Education of Ethics of Science and Technology Across Cultures

Education of Ethics of Science and Technology Across Cultures

Darryl Macer (Regional Unit for Social and Human Sciences in Asia and the Pacific (RUSHSAP), UNESCO, Thailand)
Copyright: © 2009 |Pages: 18
DOI: 10.4018/978-1-60566-022-6.ch006
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Abstract

This chapter examines some of the cultural variation in the ethical factors associated with the use of science and technology. The issues discussed include access to technology, social justice, professional ethics, and value systems. The appropriate implementation of international standards in ethics of science and technology and bioethics is considered. There is global agreement that persons should be taught the ethics of science and technology, and discussion of new materials and methods is made. The goals of ethics education as explained in the Action Plan for Bioethics Education developed at the 2006 UNESCO Asia-Pacific Conference on Bioethics Education include knowledge, skills and personal moral development. The International Bioethics Education Network was initiated in 2004, and the creation of networks linking research into policy is a cornerstone of efforts for education of ethics at all levels, from local to regional. In the future the use of principles as expressed in the UNESCO Universal Declaration on Bioethics and Human Rights (2005) will also be analyzed to broaden the description of bioethical reasoning. There needs to be extension of the evaluation methods and tools.
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Global Calls For Ethics Education

In addition to the need for professional ethics, citizens of all ages need to make ethical decisions on how they use science and technology and its products. Opinion surveys in every country they have been conducted to show global agreement for the inclusion of more ethical and social issues associated with science and technology to be taught to students. Member states of UNESCO (the United Nations Educational, Scientific and Cultural Organization) in the Universal Declaration on the Protection of the Human Genome and Human Rights (1997) declared such an educational need, and every member country of the United Nations endorsed this in 1998. This call was repeated by all member states when adopting the 2005 Universal Declaration on Bioethics and Human Rights. These calls follow numerous academic works also calling for this (Reiss, 1999; Ratcliffe & Grace, 2003).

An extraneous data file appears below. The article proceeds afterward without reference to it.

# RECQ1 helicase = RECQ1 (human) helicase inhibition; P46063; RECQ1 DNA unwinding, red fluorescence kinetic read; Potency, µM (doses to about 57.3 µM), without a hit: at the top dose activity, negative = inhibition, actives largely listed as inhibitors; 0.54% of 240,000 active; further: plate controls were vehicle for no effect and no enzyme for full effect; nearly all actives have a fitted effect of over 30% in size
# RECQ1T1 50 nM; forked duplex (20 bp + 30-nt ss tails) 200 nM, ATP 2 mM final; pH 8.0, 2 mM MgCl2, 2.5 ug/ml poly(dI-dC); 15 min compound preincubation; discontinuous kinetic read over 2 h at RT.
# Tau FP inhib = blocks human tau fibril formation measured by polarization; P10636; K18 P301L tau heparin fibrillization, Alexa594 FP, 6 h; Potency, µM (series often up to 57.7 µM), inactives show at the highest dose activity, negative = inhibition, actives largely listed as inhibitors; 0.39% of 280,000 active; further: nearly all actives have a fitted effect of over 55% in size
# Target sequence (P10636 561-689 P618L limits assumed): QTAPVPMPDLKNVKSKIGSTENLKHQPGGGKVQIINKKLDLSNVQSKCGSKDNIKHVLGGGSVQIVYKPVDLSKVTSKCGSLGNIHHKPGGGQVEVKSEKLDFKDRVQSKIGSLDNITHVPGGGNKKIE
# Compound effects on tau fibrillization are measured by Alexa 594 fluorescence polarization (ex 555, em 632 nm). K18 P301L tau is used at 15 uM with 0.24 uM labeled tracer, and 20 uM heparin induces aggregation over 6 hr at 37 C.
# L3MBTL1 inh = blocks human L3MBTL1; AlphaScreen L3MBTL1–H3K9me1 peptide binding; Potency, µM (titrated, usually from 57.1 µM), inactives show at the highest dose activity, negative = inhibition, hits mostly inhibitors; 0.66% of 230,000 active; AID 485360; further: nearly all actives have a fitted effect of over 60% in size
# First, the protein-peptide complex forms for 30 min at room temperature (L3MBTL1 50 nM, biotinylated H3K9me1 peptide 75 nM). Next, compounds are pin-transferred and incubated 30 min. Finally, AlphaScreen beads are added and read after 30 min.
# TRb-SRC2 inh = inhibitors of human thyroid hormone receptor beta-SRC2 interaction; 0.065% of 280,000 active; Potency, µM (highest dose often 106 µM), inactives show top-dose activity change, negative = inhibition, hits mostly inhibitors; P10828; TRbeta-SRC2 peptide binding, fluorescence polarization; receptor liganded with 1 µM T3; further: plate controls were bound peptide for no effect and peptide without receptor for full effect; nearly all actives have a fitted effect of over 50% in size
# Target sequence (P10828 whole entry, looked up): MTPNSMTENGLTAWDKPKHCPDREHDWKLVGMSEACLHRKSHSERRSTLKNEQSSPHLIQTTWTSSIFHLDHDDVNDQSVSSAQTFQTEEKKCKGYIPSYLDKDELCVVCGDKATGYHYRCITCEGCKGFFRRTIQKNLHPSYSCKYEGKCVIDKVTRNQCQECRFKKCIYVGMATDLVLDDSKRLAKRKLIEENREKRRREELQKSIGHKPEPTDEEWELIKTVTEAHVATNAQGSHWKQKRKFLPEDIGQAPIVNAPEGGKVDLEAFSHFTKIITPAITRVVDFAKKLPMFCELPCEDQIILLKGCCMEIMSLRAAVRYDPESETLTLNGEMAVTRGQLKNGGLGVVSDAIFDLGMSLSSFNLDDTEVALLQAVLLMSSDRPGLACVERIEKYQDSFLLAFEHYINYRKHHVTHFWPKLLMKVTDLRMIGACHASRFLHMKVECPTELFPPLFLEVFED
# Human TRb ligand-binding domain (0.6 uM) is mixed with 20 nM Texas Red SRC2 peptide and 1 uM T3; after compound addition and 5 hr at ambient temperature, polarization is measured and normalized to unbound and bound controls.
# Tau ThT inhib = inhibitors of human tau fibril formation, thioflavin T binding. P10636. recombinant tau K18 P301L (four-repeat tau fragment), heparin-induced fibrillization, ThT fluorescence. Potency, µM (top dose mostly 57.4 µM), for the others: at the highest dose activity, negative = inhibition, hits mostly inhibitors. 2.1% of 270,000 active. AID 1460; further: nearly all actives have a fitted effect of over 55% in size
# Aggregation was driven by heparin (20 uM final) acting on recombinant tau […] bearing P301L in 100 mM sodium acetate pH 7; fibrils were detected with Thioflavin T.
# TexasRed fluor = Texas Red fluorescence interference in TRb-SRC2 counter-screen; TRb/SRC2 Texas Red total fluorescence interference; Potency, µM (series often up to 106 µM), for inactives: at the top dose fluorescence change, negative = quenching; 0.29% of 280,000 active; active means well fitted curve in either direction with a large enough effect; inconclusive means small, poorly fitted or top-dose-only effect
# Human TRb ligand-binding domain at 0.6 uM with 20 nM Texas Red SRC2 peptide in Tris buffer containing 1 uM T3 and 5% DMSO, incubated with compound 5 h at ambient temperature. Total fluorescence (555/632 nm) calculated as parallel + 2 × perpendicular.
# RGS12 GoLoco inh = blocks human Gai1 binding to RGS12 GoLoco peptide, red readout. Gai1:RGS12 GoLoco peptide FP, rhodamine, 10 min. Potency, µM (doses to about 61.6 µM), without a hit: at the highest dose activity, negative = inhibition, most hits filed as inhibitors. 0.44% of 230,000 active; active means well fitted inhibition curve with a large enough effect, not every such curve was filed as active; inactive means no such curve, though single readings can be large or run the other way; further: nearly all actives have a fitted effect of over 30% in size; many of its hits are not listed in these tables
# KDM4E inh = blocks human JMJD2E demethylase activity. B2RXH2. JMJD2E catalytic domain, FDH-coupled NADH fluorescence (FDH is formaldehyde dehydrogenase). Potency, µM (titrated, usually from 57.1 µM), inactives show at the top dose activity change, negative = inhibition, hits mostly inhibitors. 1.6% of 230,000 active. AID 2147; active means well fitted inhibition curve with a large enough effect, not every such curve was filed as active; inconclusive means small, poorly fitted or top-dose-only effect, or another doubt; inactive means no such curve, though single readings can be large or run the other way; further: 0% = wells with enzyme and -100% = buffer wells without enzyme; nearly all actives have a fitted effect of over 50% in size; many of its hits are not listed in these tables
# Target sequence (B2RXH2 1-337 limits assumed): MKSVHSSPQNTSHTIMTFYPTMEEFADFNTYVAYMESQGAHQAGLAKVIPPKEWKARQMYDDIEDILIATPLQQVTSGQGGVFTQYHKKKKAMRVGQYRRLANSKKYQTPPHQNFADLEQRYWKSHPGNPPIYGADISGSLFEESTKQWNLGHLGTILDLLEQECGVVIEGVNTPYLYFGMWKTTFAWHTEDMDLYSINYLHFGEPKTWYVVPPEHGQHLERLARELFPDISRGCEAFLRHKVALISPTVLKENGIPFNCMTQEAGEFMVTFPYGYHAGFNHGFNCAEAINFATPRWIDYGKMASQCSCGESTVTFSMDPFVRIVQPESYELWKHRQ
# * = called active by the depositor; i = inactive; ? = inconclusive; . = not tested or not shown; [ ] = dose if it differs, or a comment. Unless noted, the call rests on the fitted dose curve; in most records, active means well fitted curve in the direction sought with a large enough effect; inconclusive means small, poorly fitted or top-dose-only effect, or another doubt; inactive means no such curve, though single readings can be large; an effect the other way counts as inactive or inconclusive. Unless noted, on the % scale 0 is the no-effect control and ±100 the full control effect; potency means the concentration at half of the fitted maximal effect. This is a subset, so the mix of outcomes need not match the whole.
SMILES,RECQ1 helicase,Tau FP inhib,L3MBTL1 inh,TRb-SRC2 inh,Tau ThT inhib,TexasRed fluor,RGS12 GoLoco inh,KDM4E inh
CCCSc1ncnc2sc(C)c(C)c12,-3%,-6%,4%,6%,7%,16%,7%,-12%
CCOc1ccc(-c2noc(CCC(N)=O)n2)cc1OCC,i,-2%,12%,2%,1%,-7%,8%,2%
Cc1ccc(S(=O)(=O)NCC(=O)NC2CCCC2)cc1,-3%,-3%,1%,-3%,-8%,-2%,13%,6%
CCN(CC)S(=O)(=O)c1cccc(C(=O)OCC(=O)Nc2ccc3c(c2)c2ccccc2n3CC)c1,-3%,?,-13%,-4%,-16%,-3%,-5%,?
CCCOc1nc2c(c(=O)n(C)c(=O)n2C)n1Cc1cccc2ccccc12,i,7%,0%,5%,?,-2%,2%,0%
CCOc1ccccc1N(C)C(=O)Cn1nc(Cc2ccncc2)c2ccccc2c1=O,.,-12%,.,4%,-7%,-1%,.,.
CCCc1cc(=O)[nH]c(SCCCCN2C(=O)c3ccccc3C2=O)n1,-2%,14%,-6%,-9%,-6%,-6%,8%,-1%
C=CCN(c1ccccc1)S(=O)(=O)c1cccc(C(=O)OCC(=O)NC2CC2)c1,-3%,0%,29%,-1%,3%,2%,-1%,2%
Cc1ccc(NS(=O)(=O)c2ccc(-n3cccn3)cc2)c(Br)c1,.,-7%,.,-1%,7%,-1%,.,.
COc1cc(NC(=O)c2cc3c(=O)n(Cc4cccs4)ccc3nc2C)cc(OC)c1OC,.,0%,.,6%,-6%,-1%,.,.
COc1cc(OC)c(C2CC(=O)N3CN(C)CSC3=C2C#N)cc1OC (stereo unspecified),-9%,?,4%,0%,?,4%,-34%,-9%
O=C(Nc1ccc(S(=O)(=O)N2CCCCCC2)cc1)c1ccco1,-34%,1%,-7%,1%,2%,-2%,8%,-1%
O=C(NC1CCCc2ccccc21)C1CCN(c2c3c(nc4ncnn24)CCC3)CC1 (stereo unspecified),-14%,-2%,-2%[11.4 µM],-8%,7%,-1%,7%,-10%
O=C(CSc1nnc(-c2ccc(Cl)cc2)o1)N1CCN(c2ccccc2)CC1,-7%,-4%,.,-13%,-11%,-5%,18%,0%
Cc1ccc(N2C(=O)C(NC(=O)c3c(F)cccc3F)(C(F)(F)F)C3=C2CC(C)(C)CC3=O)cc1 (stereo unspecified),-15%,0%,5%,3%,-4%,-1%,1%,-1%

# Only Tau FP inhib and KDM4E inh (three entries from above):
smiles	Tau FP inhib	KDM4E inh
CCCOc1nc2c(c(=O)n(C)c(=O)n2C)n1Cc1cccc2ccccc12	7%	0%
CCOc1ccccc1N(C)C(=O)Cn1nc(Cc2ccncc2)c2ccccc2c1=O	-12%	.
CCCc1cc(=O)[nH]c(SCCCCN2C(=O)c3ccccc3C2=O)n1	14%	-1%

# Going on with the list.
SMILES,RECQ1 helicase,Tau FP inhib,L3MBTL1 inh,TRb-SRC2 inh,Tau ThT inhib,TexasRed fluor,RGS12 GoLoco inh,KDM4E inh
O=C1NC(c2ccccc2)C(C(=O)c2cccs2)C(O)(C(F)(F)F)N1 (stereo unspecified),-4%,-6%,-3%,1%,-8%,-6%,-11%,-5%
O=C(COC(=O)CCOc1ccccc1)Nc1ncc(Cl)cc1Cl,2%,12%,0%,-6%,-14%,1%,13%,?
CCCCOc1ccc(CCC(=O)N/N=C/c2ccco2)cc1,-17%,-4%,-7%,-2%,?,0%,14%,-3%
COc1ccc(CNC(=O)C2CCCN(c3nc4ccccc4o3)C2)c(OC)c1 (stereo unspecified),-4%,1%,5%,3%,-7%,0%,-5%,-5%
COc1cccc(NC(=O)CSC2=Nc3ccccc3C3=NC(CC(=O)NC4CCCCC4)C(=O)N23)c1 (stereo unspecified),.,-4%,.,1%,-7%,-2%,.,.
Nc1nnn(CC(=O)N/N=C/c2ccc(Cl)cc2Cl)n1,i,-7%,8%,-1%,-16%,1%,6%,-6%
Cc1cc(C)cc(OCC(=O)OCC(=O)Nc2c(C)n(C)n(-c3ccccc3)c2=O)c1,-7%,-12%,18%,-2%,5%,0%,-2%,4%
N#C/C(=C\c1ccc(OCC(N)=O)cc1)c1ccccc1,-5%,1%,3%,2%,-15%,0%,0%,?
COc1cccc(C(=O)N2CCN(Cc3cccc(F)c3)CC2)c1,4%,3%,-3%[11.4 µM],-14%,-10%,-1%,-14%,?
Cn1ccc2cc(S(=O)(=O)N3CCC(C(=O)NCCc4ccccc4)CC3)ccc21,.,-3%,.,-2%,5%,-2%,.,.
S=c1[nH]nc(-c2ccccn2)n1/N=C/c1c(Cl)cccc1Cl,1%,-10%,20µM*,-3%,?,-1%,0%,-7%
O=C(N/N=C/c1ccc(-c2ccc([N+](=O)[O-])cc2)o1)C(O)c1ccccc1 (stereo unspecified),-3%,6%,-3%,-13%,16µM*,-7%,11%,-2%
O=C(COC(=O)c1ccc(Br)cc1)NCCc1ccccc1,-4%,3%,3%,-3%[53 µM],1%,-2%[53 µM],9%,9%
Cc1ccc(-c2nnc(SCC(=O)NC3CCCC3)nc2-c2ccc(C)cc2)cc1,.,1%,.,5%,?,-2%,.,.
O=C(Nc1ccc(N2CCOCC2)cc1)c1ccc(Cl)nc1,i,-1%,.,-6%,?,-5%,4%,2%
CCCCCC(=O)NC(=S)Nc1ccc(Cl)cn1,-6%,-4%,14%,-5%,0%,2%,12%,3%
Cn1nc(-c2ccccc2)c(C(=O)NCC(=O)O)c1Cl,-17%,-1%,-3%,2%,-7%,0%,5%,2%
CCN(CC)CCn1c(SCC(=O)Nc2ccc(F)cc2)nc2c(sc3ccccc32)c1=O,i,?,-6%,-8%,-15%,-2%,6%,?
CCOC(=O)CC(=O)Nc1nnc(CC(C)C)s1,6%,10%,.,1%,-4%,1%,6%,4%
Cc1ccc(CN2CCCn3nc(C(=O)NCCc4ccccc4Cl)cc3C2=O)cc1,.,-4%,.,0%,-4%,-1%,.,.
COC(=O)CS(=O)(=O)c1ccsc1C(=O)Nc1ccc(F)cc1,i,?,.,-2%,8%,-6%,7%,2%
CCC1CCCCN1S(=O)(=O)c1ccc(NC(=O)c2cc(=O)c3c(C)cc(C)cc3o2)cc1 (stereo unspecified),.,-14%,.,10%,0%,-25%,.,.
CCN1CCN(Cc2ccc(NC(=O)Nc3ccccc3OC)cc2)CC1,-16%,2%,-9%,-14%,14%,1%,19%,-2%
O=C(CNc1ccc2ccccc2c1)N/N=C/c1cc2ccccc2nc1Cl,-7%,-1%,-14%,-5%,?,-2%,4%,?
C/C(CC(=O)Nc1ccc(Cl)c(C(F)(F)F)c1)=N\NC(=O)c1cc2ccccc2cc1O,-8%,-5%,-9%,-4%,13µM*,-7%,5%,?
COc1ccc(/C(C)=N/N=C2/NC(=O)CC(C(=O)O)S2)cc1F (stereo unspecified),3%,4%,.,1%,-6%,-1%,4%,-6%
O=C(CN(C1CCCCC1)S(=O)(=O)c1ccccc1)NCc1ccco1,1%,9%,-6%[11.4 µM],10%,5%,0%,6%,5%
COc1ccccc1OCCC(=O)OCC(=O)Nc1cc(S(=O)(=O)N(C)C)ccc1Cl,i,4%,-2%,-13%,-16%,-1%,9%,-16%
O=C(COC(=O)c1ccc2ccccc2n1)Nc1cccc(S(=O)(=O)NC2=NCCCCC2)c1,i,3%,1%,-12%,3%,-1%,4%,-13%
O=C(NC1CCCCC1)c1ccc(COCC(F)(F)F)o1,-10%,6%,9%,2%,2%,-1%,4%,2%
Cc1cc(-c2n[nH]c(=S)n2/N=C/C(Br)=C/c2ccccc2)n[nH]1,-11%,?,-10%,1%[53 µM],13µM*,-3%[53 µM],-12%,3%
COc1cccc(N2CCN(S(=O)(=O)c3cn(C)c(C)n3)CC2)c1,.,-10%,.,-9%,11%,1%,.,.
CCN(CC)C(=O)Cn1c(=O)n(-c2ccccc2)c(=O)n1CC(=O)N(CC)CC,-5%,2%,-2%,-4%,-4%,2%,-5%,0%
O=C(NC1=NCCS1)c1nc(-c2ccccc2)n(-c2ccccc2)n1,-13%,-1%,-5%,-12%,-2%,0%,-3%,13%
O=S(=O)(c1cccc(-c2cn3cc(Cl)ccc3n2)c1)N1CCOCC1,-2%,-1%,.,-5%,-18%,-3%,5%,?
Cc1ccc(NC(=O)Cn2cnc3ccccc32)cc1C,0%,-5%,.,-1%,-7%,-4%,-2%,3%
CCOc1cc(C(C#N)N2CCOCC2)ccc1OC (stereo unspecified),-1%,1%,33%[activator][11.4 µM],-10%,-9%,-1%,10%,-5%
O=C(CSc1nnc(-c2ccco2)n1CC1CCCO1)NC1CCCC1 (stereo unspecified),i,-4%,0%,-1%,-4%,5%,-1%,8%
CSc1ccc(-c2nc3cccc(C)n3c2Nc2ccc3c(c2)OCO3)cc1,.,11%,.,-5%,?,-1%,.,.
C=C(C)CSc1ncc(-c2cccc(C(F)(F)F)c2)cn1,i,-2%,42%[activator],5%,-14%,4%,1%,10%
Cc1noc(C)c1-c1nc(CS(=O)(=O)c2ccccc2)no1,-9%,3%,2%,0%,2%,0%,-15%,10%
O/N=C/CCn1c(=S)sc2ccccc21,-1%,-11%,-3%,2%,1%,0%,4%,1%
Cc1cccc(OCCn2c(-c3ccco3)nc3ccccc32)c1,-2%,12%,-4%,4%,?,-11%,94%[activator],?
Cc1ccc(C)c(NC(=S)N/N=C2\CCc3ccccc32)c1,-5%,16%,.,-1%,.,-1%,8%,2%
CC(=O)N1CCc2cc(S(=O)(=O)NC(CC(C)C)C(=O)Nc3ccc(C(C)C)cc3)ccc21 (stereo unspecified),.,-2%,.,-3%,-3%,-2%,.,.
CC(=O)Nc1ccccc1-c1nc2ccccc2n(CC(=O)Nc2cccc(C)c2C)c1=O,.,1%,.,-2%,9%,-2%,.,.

Key Terms in this Chapter

Bioethics: This is a field concerned with ethical implications within medicine and medical research.

Medical Ethics: This is a field of applied ethics concerned with moral and ethical values in medicine.

Ethics of Science and Technology: This is a field concerned with ethical study of science and technology.

UNESCO: UNESCO is a specialised technical intergovernmental agency of the United Nations, focusing on promotion of education, culture, social and natural sciences, and communication and information.

Evaluation: This is a set of procedures designed to measure or account for changes in learning or performance.

Moral Development: This concerns changes in individual values that occur during development.

Education: This describes the process and act of acquiring knowledge.

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